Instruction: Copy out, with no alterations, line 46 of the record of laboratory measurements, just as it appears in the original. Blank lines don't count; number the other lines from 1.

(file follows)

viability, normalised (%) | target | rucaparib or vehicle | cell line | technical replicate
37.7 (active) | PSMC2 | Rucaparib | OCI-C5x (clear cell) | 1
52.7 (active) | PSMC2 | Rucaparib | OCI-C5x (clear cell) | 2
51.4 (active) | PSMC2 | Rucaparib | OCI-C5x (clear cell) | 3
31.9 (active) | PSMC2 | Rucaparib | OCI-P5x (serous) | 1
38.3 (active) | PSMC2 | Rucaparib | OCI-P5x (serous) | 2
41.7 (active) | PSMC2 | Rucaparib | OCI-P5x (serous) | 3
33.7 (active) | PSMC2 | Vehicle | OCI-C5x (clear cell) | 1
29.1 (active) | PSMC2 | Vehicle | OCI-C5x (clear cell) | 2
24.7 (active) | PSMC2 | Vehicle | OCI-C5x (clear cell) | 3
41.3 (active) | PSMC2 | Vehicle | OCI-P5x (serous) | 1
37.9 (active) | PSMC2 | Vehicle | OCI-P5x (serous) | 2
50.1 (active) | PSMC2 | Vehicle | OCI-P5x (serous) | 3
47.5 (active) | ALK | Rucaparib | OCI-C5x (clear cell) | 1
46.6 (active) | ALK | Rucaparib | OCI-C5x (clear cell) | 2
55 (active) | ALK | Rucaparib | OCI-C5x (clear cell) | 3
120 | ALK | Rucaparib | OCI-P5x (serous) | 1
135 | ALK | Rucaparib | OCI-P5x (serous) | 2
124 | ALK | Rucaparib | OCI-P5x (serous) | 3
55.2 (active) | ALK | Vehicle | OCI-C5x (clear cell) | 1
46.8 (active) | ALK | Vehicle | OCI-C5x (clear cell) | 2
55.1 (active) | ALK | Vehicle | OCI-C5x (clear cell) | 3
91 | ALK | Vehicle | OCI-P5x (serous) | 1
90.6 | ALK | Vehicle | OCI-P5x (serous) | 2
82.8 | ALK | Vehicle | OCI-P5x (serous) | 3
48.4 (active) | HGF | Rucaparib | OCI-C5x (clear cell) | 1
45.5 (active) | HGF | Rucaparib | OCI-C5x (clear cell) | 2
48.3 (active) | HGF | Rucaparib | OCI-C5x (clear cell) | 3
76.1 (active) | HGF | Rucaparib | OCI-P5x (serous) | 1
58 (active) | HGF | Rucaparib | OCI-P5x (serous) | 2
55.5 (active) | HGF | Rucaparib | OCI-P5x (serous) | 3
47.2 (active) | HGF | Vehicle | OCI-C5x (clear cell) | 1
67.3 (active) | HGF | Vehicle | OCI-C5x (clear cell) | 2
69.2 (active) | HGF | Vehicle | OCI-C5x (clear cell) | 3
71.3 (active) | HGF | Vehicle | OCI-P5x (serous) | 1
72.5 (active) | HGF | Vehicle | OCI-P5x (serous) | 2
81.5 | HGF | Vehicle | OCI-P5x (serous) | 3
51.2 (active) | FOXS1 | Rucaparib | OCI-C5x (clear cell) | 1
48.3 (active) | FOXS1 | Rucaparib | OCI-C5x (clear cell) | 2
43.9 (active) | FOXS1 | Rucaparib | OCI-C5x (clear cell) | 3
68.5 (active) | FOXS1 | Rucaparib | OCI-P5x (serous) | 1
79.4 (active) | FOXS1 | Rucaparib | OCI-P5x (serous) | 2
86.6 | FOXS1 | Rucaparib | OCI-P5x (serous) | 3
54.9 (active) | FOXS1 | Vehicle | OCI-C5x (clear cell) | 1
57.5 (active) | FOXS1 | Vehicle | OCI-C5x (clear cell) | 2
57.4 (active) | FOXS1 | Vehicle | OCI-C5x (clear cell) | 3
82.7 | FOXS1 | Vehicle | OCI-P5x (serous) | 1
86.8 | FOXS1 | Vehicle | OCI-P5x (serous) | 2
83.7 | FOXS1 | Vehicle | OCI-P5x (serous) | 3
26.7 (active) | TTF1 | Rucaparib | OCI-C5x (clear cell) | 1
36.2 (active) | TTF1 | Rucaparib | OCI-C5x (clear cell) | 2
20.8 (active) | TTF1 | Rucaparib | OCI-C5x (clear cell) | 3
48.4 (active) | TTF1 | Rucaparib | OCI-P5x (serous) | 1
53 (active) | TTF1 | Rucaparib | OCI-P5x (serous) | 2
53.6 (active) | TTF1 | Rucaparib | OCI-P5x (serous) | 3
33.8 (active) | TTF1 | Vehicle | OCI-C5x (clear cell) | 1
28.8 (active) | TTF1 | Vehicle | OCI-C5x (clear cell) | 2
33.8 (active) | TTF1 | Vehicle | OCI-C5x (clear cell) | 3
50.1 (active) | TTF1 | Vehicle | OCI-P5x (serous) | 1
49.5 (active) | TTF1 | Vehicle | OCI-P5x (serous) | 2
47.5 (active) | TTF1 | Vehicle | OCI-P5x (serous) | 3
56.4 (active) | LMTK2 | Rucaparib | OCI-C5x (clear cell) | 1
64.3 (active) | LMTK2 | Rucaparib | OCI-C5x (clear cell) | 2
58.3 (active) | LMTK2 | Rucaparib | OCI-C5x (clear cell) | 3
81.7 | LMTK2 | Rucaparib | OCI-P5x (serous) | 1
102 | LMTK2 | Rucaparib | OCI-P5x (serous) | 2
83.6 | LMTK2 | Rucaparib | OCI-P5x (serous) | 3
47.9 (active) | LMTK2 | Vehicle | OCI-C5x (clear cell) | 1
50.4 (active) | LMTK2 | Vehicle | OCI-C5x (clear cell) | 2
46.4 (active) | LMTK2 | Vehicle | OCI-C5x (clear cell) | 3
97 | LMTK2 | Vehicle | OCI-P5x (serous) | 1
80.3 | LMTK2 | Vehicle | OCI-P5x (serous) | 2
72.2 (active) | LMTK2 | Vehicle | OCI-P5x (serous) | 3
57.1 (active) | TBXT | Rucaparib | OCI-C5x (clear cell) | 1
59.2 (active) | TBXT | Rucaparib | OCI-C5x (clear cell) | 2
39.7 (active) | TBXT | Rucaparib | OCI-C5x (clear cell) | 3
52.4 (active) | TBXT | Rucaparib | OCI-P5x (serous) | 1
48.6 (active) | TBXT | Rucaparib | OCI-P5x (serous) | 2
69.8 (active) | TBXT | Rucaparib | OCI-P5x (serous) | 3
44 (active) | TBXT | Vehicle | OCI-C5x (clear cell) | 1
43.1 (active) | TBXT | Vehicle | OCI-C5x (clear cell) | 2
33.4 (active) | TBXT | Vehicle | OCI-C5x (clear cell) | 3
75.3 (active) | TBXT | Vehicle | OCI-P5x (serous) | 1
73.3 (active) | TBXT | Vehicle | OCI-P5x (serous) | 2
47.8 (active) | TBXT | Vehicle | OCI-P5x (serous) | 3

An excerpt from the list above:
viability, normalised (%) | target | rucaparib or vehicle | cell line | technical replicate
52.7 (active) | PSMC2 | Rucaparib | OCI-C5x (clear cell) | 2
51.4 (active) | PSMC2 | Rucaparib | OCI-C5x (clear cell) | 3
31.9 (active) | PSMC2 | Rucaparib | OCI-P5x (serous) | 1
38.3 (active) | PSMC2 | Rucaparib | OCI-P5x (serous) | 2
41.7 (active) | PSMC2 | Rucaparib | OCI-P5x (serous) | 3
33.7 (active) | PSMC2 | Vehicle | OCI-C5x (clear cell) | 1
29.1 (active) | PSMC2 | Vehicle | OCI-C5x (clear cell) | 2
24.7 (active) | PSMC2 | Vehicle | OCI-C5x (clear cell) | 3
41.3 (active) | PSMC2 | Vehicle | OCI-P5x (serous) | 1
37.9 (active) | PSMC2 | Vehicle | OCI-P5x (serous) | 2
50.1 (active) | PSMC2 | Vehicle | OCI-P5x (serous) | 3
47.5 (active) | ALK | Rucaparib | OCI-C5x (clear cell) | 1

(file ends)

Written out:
57.4 (active) | FOXS1 | Vehicle | OCI-C5x (clear cell) | 3